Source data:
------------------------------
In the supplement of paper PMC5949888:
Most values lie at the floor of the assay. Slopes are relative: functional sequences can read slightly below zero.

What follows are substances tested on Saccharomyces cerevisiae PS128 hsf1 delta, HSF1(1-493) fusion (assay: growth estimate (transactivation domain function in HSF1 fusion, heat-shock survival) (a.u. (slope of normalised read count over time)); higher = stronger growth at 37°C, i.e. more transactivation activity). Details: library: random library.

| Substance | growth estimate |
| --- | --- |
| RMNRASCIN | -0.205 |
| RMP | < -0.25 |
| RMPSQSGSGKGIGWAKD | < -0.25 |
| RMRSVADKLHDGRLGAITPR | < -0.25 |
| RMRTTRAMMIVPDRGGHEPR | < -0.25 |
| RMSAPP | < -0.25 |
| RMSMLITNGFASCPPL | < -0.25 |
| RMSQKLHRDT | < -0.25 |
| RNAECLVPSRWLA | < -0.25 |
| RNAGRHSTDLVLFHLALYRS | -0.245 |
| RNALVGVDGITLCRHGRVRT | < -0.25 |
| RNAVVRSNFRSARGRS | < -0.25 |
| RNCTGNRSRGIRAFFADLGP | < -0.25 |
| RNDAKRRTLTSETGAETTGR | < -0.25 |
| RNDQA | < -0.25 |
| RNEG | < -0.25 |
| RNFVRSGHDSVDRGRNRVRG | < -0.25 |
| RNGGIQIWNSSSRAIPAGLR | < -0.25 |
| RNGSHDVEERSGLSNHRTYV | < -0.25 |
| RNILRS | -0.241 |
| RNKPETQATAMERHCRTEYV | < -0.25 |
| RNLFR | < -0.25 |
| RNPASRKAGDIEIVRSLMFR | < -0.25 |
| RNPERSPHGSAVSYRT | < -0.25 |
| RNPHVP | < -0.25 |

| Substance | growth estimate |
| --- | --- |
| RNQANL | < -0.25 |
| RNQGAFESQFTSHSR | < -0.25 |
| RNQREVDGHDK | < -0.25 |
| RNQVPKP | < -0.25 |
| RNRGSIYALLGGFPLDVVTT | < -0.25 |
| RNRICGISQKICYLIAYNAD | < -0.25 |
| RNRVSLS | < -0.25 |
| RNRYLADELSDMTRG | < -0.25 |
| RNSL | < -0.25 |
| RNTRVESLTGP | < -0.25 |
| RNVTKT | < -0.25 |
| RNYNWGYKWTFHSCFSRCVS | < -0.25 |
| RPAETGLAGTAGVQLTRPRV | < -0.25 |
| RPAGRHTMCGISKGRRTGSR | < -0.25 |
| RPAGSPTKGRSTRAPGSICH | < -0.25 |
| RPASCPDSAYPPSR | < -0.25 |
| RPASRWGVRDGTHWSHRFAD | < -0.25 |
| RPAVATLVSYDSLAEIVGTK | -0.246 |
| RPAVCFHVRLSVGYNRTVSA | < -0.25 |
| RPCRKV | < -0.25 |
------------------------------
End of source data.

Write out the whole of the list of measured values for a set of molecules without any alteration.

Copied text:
In the supplement of paper PMC5949888:
Most values lie at the floor of the assay. Slopes are relative: functional sequences can read slightly below zero.

What follows are substances tested on Saccharomyces cerevisiae PS128 hsf1 delta, HSF1(1-493) fusion (assay: growth estimate (transactivation domain function in HSF1 fusion, heat-shock survival) (a.u. (slope of normalised read count over time)); higher = stronger growth at 37°C, i.e. more transactivation activity). Details: library: random library.

| Substance | growth estimate |
| --- | --- |
| RMNRASCIN | -0.205 |
| RMP | < -0.25 |
| RMPSQSGSGKGIGWAKD | < -0.25 |
| RMRSVADKLHDGRLGAITPR | < -0.25 |
| RMRTTRAMMIVPDRGGHEPR | < -0.25 |
| RMSAPP | < -0.25 |
| RMSMLITNGFASCPPL | < -0.25 |
| RMSQKLHRDT | < -0.25 |
| RNAECLVPSRWLA | < -0.25 |
| RNAGRHSTDLVLFHLALYRS | -0.245 |
| RNALVGVDGITLCRHGRVRT | < -0.25 |
| RNAVVRSNFRSARGRS | < -0.25 |
| RNCTGNRSRGIRAFFADLGP | < -0.25 |
| RNDAKRRTLTSETGAETTGR | < -0.25 |
| RNDQA | < -0.25 |
| RNEG | < -0.25 |
| RNFVRSGHDSVDRGRNRVRG | < -0.25 |
| RNGGIQIWNSSSRAIPAGLR | < -0.25 |
| RNGSHDVEERSGLSNHRTYV | < -0.25 |
| RNILRS | -0.241 |
| RNKPETQATAMERHCRTEYV | < -0.25 |
| RNLFR | < -0.25 |
| RNPASRKAGDIEIVRSLMFR | < -0.25 |
| RNPERSPHGSAVSYRT | < -0.25 |
| RNPHVP | < -0.25 |

| Substance | growth estimate |
| --- | --- |
| RNQANL | < -0.25 |
| RNQGAFESQFTSHSR | < -0.25 |
| RNQREVDGHDK | < -0.25 |
| RNQVPKP | < -0.25 |
| RNRGSIYALLGGFPLDVVTT | < -0.25 |
| RNRICGISQKICYLIAYNAD | < -0.25 |
| RNRVSLS | < -0.25 |
| RNRYLADELSDMTRG | < -0.25 |
| RNSL | < -0.25 |
| RNTRVESLTGP | < -0.25 |
| RNVTKT | < -0.25 |
| RNYNWGYKWTFHSCFSRCVS | < -0.25 |
| RPAETGLAGTAGVQLTRPRV | < -0.25 |
| RPAGRHTMCGISKGRRTGSR | < -0.25 |
| RPAGSPTKGRSTRAPGSICH | < -0.25 |
| RPASCPDSAYPPSR | < -0.25 |
| RPASRWGVRDGTHWSHRFAD | < -0.25 |
| RPAVATLVSYDSLAEIVGTK | -0.246 |
| RPAVCFHVRLSVGYNRTVSA | < -0.25 |
| RPCRKV | < -0.25 |